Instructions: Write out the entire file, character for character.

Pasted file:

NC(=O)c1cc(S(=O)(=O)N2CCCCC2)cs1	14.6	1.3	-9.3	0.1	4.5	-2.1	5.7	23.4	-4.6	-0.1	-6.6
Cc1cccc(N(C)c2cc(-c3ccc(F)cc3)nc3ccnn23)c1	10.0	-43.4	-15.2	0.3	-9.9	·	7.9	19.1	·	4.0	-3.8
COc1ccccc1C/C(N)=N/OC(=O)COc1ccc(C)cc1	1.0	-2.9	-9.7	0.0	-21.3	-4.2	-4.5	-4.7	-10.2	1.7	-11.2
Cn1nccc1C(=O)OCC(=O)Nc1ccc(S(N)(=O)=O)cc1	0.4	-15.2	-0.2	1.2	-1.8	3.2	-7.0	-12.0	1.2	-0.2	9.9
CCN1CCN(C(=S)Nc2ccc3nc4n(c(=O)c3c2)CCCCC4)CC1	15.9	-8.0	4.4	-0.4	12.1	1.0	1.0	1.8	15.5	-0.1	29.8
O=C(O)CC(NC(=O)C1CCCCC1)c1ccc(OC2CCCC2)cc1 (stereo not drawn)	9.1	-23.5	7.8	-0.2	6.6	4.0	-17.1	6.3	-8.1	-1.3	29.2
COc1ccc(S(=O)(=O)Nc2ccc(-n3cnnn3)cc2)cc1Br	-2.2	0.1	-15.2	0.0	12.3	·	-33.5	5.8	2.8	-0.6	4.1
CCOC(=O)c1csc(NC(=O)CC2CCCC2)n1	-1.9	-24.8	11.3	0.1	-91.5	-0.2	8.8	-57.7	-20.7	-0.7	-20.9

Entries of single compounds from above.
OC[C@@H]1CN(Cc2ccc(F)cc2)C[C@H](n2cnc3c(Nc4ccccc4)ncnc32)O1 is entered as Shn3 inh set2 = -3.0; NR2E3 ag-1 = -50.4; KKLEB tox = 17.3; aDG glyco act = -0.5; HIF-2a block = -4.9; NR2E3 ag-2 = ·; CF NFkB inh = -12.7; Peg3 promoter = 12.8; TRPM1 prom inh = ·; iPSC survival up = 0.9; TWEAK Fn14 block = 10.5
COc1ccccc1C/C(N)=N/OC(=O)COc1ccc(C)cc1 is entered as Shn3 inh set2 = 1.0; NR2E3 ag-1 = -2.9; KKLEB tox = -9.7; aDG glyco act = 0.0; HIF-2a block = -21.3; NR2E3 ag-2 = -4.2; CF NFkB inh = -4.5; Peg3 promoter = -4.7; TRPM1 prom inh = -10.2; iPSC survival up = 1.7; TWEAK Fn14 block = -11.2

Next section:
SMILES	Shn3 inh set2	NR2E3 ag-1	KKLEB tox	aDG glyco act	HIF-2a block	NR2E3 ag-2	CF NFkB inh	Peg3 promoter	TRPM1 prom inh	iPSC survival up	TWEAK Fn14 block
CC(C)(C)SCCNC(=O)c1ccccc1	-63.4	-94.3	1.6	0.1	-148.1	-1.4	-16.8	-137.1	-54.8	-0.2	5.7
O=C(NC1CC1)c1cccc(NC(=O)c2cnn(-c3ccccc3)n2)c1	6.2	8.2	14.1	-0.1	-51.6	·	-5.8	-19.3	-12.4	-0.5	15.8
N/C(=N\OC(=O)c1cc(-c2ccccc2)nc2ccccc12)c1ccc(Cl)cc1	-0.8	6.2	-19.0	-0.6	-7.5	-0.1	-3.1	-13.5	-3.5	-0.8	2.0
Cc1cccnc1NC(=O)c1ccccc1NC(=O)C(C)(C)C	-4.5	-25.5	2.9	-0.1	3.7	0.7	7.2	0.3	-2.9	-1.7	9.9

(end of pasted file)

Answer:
NC(=O)c1cc(S(=O)(=O)N2CCCCC2)cs1	14.6	1.3	-9.3	0.1	4.5	-2.1	5.7	23.4	-4.6	-0.1	-6.6
Cc1cccc(N(C)c2cc(-c3ccc(F)cc3)nc3ccnn23)c1	10.0	-43.4	-15.2	0.3	-9.9	·	7.9	19.1	·	4.0	-3.8
COc1ccccc1C/C(N)=N/OC(=O)COc1ccc(C)cc1	1.0	-2.9	-9.7	0.0	-21.3	-4.2	-4.5	-4.7	-10.2	1.7	-11.2
Cn1nccc1C(=O)OCC(=O)Nc1ccc(S(N)(=O)=O)cc1	0.4	-15.2	-0.2	1.2	-1.8	3.2	-7.0	-12.0	1.2	-0.2	9.9
CCN1CCN(C(=S)Nc2ccc3nc4n(c(=O)c3c2)CCCCC4)CC1	15.9	-8.0	4.4	-0.4	12.1	1.0	1.0	1.8	15.5	-0.1	29.8
O=C(O)CC(NC(=O)C1CCCCC1)c1ccc(OC2CCCC2)cc1 (stereo not drawn)	9.1	-23.5	7.8	-0.2	6.6	4.0	-17.1	6.3	-8.1	-1.3	29.2
COc1ccc(S(=O)(=O)Nc2ccc(-n3cnnn3)cc2)cc1Br	-2.2	0.1	-15.2	0.0	12.3	·	-33.5	5.8	2.8	-0.6	4.1
CCOC(=O)c1csc(NC(=O)CC2CCCC2)n1	-1.9	-24.8	11.3	0.1	-91.5	-0.2	8.8	-57.7	-20.7	-0.7	-20.9

Entries of single compounds from above.
OC[C@@H]1CN(Cc2ccc(F)cc2)C[C@H](n2cnc3c(Nc4ccccc4)ncnc32)O1 is entered as Shn3 inh set2 = -3.0; NR2E3 ag-1 = -50.4; KKLEB tox = 17.3; aDG glyco act = -0.5; HIF-2a block = -4.9; NR2E3 ag-2 = ·; CF NFkB inh = -12.7; Peg3 promoter = 12.8; TRPM1 prom inh = ·; iPSC survival up = 0.9; TWEAK Fn14 block = 10.5
COc1ccccc1C/C(N)=N/OC(=O)COc1ccc(C)cc1 is entered as Shn3 inh set2 = 1.0; NR2E3 ag-1 = -2.9; KKLEB tox = -9.7; aDG glyco act = 0.0; HIF-2a block = -21.3; NR2E3 ag-2 = -4.2; CF NFkB inh = -4.5; Peg3 promoter = -4.7; TRPM1 prom inh = -10.2; iPSC survival up = 1.7; TWEAK Fn14 block = -11.2

Next section:
SMILES	Shn3 inh set2	NR2E3 ag-1	KKLEB tox	aDG glyco act	HIF-2a block	NR2E3 ag-2	CF NFkB inh	Peg3 promoter	TRPM1 prom inh	iPSC survival up	TWEAK Fn14 block
CC(C)(C)SCCNC(=O)c1ccccc1	-63.4	-94.3	1.6	0.1	-148.1	-1.4	-16.8	-137.1	-54.8	-0.2	5.7
O=C(NC1CC1)c1cccc(NC(=O)c2cnn(-c3ccccc3)n2)c1	6.2	8.2	14.1	-0.1	-51.6	·	-5.8	-19.3	-12.4	-0.5	15.8
N/C(=N\OC(=O)c1cc(-c2ccccc2)nc2ccccc12)c1ccc(Cl)cc1	-0.8	6.2	-19.0	-0.6	-7.5	-0.1	-3.1	-13.5	-3.5	-0.8	2.0
Cc1cccnc1NC(=O)c1ccccc1NC(=O)C(C)(C)C	-4.5	-25.5	2.9	-0.1	3.7	0.7	7.2	0.3	-2.9	-1.7	9.9